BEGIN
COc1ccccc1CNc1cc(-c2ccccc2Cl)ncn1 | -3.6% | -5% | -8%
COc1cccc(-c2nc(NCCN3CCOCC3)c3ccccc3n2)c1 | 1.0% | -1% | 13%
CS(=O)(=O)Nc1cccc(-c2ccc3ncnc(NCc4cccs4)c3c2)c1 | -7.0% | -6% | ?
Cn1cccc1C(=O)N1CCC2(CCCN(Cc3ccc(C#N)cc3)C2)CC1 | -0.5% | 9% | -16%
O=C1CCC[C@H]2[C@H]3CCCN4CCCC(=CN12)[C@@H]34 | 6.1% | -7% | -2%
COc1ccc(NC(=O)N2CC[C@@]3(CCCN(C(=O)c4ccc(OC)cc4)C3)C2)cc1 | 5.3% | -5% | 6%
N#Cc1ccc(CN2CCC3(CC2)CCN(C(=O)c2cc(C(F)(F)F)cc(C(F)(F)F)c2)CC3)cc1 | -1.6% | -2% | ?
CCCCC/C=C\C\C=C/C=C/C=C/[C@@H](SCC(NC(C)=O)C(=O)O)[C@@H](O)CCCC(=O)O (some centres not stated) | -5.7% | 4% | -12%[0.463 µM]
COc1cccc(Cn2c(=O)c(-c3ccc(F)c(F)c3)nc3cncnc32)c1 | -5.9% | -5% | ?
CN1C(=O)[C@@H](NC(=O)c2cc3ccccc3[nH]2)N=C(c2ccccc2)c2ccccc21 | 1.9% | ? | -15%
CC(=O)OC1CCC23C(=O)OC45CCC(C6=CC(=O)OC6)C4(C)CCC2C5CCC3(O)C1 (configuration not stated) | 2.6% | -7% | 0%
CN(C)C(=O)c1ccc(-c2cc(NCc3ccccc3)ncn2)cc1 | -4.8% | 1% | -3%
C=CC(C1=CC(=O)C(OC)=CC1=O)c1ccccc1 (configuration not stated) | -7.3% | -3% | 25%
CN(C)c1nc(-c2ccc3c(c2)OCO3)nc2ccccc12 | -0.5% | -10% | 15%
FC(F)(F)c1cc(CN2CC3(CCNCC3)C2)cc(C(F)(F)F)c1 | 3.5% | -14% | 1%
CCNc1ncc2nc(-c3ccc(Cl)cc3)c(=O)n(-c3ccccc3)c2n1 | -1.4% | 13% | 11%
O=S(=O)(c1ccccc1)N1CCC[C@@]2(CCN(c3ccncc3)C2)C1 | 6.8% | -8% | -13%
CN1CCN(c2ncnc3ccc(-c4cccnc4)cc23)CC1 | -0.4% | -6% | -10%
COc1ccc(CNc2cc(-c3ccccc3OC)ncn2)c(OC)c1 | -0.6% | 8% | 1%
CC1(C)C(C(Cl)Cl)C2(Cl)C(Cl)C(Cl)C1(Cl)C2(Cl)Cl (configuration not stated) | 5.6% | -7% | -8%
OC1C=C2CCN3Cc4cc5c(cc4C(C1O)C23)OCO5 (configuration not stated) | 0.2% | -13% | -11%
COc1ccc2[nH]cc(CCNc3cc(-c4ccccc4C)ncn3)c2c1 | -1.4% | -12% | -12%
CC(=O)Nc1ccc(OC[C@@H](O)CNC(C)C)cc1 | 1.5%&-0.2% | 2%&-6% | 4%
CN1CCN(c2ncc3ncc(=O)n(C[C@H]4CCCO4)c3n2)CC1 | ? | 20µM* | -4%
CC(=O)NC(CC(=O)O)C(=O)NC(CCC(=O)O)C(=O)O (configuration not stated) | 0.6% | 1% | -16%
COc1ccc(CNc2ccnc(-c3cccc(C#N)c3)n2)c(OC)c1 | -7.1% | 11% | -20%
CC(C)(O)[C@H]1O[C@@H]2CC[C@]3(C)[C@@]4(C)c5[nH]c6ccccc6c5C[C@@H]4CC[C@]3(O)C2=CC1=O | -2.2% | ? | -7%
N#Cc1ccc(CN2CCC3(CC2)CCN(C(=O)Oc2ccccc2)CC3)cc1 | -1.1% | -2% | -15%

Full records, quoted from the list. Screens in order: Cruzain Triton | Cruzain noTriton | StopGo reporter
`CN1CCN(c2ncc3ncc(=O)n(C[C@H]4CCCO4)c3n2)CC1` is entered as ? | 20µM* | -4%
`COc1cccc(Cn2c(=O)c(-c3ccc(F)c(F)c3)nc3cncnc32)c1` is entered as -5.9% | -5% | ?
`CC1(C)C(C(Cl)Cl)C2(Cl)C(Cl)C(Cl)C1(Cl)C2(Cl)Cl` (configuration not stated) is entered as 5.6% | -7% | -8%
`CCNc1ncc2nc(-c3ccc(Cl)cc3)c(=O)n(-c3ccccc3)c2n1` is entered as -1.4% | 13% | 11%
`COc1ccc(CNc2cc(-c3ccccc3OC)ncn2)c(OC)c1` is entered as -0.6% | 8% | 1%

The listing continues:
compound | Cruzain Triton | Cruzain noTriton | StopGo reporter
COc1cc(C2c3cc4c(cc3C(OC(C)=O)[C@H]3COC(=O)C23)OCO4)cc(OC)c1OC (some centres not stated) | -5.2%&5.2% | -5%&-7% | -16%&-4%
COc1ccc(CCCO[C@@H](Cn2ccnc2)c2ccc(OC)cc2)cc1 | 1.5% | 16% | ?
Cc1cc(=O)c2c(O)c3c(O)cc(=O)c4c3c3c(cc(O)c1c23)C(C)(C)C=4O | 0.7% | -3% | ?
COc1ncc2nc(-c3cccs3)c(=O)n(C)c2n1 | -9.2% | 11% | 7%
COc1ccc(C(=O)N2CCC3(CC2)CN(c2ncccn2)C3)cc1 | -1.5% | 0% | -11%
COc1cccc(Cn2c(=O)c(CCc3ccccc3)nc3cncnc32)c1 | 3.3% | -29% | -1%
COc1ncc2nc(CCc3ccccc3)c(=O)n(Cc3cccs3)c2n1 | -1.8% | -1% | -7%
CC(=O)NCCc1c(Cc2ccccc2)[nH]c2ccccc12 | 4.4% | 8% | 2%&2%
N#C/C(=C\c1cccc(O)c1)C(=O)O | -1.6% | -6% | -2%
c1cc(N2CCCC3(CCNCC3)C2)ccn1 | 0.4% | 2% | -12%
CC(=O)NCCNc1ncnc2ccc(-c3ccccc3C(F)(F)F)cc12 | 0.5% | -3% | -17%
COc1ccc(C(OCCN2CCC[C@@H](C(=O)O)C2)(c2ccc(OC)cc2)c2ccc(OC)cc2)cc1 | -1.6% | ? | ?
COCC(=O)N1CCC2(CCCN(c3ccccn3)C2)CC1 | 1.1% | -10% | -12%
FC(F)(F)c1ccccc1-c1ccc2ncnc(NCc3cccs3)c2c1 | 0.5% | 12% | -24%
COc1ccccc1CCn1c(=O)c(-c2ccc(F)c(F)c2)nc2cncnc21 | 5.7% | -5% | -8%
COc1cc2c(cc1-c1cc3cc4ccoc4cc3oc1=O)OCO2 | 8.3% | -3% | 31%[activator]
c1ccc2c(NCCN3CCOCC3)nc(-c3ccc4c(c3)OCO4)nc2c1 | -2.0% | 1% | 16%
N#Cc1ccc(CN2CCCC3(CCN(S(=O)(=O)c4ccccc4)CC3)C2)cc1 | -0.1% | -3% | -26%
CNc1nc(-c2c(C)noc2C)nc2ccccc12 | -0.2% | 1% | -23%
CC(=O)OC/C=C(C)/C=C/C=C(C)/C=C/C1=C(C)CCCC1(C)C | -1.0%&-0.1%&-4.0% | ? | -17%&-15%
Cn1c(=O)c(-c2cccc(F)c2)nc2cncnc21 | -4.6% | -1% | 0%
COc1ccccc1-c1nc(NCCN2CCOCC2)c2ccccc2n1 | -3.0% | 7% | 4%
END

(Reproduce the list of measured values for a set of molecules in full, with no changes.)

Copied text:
COc1ccccc1CNc1cc(-c2ccccc2Cl)ncn1 | -3.6% | -5% | -8%
COc1cccc(-c2nc(NCCN3CCOCC3)c3ccccc3n2)c1 | 1.0% | -1% | 13%
CS(=O)(=O)Nc1cccc(-c2ccc3ncnc(NCc4cccs4)c3c2)c1 | -7.0% | -6% | ?
Cn1cccc1C(=O)N1CCC2(CCCN(Cc3ccc(C#N)cc3)C2)CC1 | -0.5% | 9% | -16%
O=C1CCC[C@H]2[C@H]3CCCN4CCCC(=CN12)[C@@H]34 | 6.1% | -7% | -2%
COc1ccc(NC(=O)N2CC[C@@]3(CCCN(C(=O)c4ccc(OC)cc4)C3)C2)cc1 | 5.3% | -5% | 6%
N#Cc1ccc(CN2CCC3(CC2)CCN(C(=O)c2cc(C(F)(F)F)cc(C(F)(F)F)c2)CC3)cc1 | -1.6% | -2% | ?
CCCCC/C=C\C\C=C/C=C/C=C/[C@@H](SCC(NC(C)=O)C(=O)O)[C@@H](O)CCCC(=O)O (some centres not stated) | -5.7% | 4% | -12%[0.463 µM]
COc1cccc(Cn2c(=O)c(-c3ccc(F)c(F)c3)nc3cncnc32)c1 | -5.9% | -5% | ?
CN1C(=O)[C@@H](NC(=O)c2cc3ccccc3[nH]2)N=C(c2ccccc2)c2ccccc21 | 1.9% | ? | -15%
CC(=O)OC1CCC23C(=O)OC45CCC(C6=CC(=O)OC6)C4(C)CCC2C5CCC3(O)C1 (configuration not stated) | 2.6% | -7% | 0%
CN(C)C(=O)c1ccc(-c2cc(NCc3ccccc3)ncn2)cc1 | -4.8% | 1% | -3%
C=CC(C1=CC(=O)C(OC)=CC1=O)c1ccccc1 (configuration not stated) | -7.3% | -3% | 25%
CN(C)c1nc(-c2ccc3c(c2)OCO3)nc2ccccc12 | -0.5% | -10% | 15%
FC(F)(F)c1cc(CN2CC3(CCNCC3)C2)cc(C(F)(F)F)c1 | 3.5% | -14% | 1%
CCNc1ncc2nc(-c3ccc(Cl)cc3)c(=O)n(-c3ccccc3)c2n1 | -1.4% | 13% | 11%
O=S(=O)(c1ccccc1)N1CCC[C@@]2(CCN(c3ccncc3)C2)C1 | 6.8% | -8% | -13%
CN1CCN(c2ncnc3ccc(-c4cccnc4)cc23)CC1 | -0.4% | -6% | -10%
COc1ccc(CNc2cc(-c3ccccc3OC)ncn2)c(OC)c1 | -0.6% | 8% | 1%
CC1(C)C(C(Cl)Cl)C2(Cl)C(Cl)C(Cl)C1(Cl)C2(Cl)Cl (configuration not stated) | 5.6% | -7% | -8%
OC1C=C2CCN3Cc4cc5c(cc4C(C1O)C23)OCO5 (configuration not stated) | 0.2% | -13% | -11%
COc1ccc2[nH]cc(CCNc3cc(-c4ccccc4C)ncn3)c2c1 | -1.4% | -12% | -12%
CC(=O)Nc1ccc(OC[C@@H](O)CNC(C)C)cc1 | 1.5%&-0.2% | 2%&-6% | 4%
CN1CCN(c2ncc3ncc(=O)n(C[C@H]4CCCO4)c3n2)CC1 | ? | 20µM* | -4%
CC(=O)NC(CC(=O)O)C(=O)NC(CCC(=O)O)C(=O)O (configuration not stated) | 0.6% | 1% | -16%
COc1ccc(CNc2ccnc(-c3cccc(C#N)c3)n2)c(OC)c1 | -7.1% | 11% | -20%
CC(C)(O)[C@H]1O[C@@H]2CC[C@]3(C)[C@@]4(C)c5[nH]c6ccccc6c5C[C@@H]4CC[C@]3(O)C2=CC1=O | -2.2% | ? | -7%
N#Cc1ccc(CN2CCC3(CC2)CCN(C(=O)Oc2ccccc2)CC3)cc1 | -1.1% | -2% | -15%

Full records, quoted from the list. Screens in order: Cruzain Triton | Cruzain noTriton | StopGo reporter
`CN1CCN(c2ncc3ncc(=O)n(C[C@H]4CCCO4)c3n2)CC1` is entered as ? | 20µM* | -4%
`COc1cccc(Cn2c(=O)c(-c3ccc(F)c(F)c3)nc3cncnc32)c1` is entered as -5.9% | -5% | ?
`CC1(C)C(C(Cl)Cl)C2(Cl)C(Cl)C(Cl)C1(Cl)C2(Cl)Cl` (configuration not stated) is entered as 5.6% | -7% | -8%
`CCNc1ncc2nc(-c3ccc(Cl)cc3)c(=O)n(-c3ccccc3)c2n1` is entered as -1.4% | 13% | 11%
`COc1ccc(CNc2cc(-c3ccccc3OC)ncn2)c(OC)c1` is entered as -0.6% | 8% | 1%

The listing continues:
compound | Cruzain Triton | Cruzain noTriton | StopGo reporter
COc1cc(C2c3cc4c(cc3C(OC(C)=O)[C@H]3COC(=O)C23)OCO4)cc(OC)c1OC (some centres not stated) | -5.2%&5.2% | -5%&-7% | -16%&-4%
COc1ccc(CCCO[C@@H](Cn2ccnc2)c2ccc(OC)cc2)cc1 | 1.5% | 16% | ?
Cc1cc(=O)c2c(O)c3c(O)cc(=O)c4c3c3c(cc(O)c1c23)C(C)(C)C=4O | 0.7% | -3% | ?
COc1ncc2nc(-c3cccs3)c(=O)n(C)c2n1 | -9.2% | 11% | 7%
COc1ccc(C(=O)N2CCC3(CC2)CN(c2ncccn2)C3)cc1 | -1.5% | 0% | -11%
COc1cccc(Cn2c(=O)c(CCc3ccccc3)nc3cncnc32)c1 | 3.3% | -29% | -1%
COc1ncc2nc(CCc3ccccc3)c(=O)n(Cc3cccs3)c2n1 | -1.8% | -1% | -7%
CC(=O)NCCc1c(Cc2ccccc2)[nH]c2ccccc12 | 4.4% | 8% | 2%&2%
N#C/C(=C\c1cccc(O)c1)C(=O)O | -1.6% | -6% | -2%
c1cc(N2CCCC3(CCNCC3)C2)ccn1 | 0.4% | 2% | -12%
CC(=O)NCCNc1ncnc2ccc(-c3ccccc3C(F)(F)F)cc12 | 0.5% | -3% | -17%
COc1ccc(C(OCCN2CCC[C@@H](C(=O)O)C2)(c2ccc(OC)cc2)c2ccc(OC)cc2)cc1 | -1.6% | ? | ?
COCC(=O)N1CCC2(CCCN(c3ccccn3)C2)CC1 | 1.1% | -10% | -12%
FC(F)(F)c1ccccc1-c1ccc2ncnc(NCc3cccs3)c2c1 | 0.5% | 12% | -24%
COc1ccccc1CCn1c(=O)c(-c2ccc(F)c(F)c2)nc2cncnc21 | 5.7% | -5% | -8%
COc1cc2c(cc1-c1cc3cc4ccoc4cc3oc1=O)OCO2 | 8.3% | -3% | 31%[activator]
c1ccc2c(NCCN3CCOCC3)nc(-c3ccc4c(c3)OCO4)nc2c1 | -2.0% | 1% | 16%
N#Cc1ccc(CN2CCCC3(CCN(S(=O)(=O)c4ccccc4)CC3)C2)cc1 | -0.1% | -3% | -26%
CNc1nc(-c2c(C)noc2C)nc2ccccc12 | -0.2% | 1% | -23%
CC(=O)OC/C=C(C)/C=C/C=C(C)/C=C/C1=C(C)CCCC1(C)C | -1.0%&-0.1%&-4.0% | ? | -17%&-15%
Cn1c(=O)c(-c2cccc(F)c2)nc2cncnc21 | -4.6% | -1% | 0%
COc1ccccc1-c1nc(NCCN2CCOCC2)c2ccccc2n1 | -3.0% | 7% | 4%